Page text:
Think About Money, Dan Ariely Challenge

Last Updated Oct 12, 2010 6:23 PM EDT


Dan Ariely, Duke behavioral economics professor and bestselling author, kicked off the annual Financial Planning Association (FPA) Conference this week in Denver, Colorado. This gathering of thousands of financial planners from across the globe promised to leave planners "feeling confident that (we) were exposed to new ways of thinking," and "challenged to view standard practices in a new light."

In his speech, Ariely challenged planners to help clients think about money, and to try new things with their clients. He stated that planners' main contribution to clients isn't in building the portfolio, but rather in understanding how to use their money in a way that would maximize their happiness. And to do this, he said, we need to understand the psychology of money. During my interview with Ariely, he noted that one of the main problems with thinking about money is that people often don't take into account opportunity cost, and what they would have to give up in the future.

To illustrate this point, he talked about the decision to buy a new car. Buyers are excited about the enjoyment it will bring, but don't consider what sacrifices must be made when making such decisions, such as fewer nights dining out, or delaying retirement.

Money Psychology
Ariely discussed the ways that planners can use behavioral finance, either for good or evil. He gave the example of meeting with a client and selecting the overall risk in the portfolio asset allocation, and noted that the planner could kick off this client session by using either opening:
  1. Think of the days during the past three years during the stock market plunge where your portfolio lost more than five percent. How did you feel?
  2. Imagine your ideal retirement. Where would you live and what would you be doing?
If the planner were then to ask the client for their desired risk allocation, these two extremes would yield quite different results. Of course the first question brings back the memories of pain and fear and leads to selecting a low risk, conservative allocation. The second question, on the other hand, leads to excitement and a risk taking inclination. Yet, the client feels as if they are fully in control of setting this allocation. This explains why the way we think about risk is unstable.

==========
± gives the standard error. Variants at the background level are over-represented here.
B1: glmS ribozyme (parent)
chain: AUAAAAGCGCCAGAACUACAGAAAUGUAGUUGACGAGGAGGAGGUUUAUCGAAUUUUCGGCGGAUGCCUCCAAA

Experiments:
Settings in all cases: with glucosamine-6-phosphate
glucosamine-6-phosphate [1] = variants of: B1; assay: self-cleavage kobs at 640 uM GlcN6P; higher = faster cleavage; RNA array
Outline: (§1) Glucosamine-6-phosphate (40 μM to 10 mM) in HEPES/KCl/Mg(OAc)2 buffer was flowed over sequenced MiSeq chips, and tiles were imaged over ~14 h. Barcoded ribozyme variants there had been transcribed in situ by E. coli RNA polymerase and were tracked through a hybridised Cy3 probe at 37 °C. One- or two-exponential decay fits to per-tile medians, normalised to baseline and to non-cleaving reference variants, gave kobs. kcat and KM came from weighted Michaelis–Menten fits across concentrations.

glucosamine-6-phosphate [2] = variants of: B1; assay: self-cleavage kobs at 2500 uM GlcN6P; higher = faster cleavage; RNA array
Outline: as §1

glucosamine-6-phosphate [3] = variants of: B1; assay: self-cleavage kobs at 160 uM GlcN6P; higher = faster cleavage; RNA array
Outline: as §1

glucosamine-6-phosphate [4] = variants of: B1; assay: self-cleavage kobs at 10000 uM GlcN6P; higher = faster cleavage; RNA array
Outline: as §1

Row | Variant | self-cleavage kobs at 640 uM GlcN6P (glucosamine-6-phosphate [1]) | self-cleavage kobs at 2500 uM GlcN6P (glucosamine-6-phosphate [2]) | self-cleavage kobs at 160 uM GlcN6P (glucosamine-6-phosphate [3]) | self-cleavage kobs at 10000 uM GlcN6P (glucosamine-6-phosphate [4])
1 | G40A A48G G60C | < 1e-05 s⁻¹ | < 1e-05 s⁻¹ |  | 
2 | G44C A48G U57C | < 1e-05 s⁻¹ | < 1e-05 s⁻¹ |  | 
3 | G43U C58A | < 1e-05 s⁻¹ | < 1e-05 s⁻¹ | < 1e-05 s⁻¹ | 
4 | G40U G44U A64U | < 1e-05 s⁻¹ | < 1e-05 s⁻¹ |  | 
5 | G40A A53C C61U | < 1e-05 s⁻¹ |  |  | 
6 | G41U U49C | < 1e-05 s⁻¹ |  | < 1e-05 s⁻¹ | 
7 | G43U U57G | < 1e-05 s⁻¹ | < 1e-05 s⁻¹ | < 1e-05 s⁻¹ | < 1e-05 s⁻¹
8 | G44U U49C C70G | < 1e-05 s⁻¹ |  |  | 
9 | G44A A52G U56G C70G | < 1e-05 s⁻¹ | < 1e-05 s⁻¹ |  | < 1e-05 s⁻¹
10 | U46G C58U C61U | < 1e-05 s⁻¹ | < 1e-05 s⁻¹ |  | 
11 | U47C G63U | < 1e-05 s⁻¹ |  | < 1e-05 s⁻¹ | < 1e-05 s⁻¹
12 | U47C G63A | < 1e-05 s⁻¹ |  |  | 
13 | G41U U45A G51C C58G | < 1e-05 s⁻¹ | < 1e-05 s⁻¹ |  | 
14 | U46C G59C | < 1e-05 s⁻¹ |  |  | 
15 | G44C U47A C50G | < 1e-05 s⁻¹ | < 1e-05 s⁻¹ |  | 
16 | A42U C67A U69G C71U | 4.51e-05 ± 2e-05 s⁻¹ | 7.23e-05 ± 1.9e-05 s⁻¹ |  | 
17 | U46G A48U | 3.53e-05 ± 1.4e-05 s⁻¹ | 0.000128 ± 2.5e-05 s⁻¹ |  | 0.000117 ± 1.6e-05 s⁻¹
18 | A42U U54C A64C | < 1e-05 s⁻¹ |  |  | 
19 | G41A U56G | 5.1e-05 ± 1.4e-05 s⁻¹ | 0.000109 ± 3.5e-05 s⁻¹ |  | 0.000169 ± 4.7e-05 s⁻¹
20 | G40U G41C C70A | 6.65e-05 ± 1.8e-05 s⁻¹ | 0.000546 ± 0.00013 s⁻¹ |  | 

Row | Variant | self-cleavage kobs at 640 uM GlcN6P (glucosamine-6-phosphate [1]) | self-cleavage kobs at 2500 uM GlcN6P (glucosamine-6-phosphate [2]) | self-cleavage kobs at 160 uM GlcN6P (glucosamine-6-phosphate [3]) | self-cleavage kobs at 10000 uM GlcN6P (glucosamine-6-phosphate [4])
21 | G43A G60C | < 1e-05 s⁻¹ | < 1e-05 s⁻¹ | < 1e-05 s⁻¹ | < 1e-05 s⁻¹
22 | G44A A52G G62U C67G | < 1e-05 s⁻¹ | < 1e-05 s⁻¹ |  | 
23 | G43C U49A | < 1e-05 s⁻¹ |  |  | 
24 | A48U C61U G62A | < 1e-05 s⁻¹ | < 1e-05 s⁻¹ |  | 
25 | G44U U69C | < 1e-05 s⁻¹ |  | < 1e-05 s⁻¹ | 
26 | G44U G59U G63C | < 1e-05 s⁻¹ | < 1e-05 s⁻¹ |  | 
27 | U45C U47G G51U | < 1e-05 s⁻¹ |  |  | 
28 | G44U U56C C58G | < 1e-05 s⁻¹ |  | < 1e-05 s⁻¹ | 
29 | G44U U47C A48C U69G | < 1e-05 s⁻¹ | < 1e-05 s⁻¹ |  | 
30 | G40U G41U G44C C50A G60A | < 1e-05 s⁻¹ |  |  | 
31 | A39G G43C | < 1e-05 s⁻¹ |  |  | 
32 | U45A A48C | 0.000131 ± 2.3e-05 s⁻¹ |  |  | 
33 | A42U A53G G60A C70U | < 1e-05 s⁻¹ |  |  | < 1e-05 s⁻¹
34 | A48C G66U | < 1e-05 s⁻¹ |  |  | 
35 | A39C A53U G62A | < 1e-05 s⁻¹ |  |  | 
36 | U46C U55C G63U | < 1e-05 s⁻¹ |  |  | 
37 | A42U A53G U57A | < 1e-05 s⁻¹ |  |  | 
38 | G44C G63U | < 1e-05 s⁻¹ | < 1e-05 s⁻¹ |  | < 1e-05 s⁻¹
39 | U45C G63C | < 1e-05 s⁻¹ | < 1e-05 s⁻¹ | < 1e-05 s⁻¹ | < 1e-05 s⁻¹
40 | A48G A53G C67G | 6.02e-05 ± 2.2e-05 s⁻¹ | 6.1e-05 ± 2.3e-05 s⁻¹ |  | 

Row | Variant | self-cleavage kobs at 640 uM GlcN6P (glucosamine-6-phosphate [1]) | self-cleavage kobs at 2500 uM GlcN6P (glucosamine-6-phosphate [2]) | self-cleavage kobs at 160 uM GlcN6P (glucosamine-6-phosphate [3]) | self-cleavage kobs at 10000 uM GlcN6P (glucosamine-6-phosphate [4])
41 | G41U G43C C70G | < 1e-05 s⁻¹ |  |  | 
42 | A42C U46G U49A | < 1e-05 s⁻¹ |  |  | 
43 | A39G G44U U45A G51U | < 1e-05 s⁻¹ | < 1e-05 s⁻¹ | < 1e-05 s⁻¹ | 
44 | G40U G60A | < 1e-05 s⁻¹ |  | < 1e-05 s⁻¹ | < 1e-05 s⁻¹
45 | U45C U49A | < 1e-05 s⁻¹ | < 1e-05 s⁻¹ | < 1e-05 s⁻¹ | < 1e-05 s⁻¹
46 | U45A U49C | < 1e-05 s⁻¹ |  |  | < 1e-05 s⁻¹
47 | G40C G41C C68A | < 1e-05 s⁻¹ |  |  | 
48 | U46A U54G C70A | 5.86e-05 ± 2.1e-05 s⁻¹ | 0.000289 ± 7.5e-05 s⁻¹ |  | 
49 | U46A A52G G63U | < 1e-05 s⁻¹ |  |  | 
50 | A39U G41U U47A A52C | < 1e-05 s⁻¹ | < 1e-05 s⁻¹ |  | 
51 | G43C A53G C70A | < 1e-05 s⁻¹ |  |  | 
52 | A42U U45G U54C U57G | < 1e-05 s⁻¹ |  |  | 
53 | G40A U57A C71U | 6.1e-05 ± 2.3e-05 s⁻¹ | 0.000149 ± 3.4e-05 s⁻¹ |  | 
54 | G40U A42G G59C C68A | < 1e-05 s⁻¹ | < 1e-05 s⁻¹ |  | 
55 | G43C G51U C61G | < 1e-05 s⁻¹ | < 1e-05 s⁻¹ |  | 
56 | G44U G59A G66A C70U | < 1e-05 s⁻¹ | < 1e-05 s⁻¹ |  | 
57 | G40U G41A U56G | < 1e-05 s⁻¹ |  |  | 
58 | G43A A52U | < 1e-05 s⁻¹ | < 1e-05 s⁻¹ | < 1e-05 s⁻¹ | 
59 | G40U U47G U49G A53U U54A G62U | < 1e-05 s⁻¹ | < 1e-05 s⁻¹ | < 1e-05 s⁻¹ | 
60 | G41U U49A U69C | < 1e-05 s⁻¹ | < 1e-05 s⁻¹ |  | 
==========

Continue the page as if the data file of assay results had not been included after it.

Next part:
I'm extrapolating his work here, but I can imagine the first question leading to the sale of an insurance annuity with guarantees, and the second question leading to selling a ProShares triple levered inverse index fund.

Pain of Paying
Ariely spoke to planners about the pain of paying. One way to make a cruise more enjoyable is to pay up front. If you pay for it at the end of the cruise you might spend the last few days wondering if you had made the right decisions. That may also explain why last summer, on the final day of our cruise, I amortized my investment at the ship's buffet. This is also why all inclusive resorts, even if they are more expensive, can make sense - because we don't experience the pain of paying to the same degree.

In our meeting, Ariely noted that most people pay for their portfolio management in a manner that isn't painful. In fact, the percentage of assets method is automatically taken out in a way that's easy to ignore or even miss. Without customers feeling the pain of paying, planners don't get the feedback and don't change our behavior.

Ariely's message to planners
Dan's message to planners had three points:
  1. We have lots of irrational tendencies.
  2. We are not aware that we have them.
  3. We need to start experimenting and trying different things for our clients.
My advice
Indeed, awareness of our irrational behavior is the first step to improving our economic choices. This is true whether it's investing or making every day decisions. The best we can do is to be aware of what emotional factors are driving us. Though we can't eliminate all of our irrational behavior, we can fight some of them. That's a dog we're always going to have to keep on a leash.

When we're talking about dollars and cents, you can be sure it's the common sense that often flies out the window. Accept the fact that money is emotional, and think about how you may be acting irrationally. And, most importantly, think about how the financial services industry is framing things to lead you to make a decision that may not ultimately be in your best interest.

More on MoneyWatch
The Upside of Irrationality - Investment Insights
Investing - The Importance of Knowing What We Don't Know
Investing is Painful - Remember?
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    Allan S. Roth is the founder of Wealth Logic, an hourly based financial planning and investment advisory firm that advises clients with portfolios ranging from $10,000 to over $50 million. The author of How a Second Grader Beats Wall Street, Roth teaches investments and behavioral finance at the University of Denver and is a frequent speaker. He is required by law to note that his columns are not meant as specific investment advice, since any advice of that sort would need to take into account such things as each reader's willingness and need to take risk. His columns will specifically avoid the foolishness of predicting the next hot stock or what the stock market will do next month.

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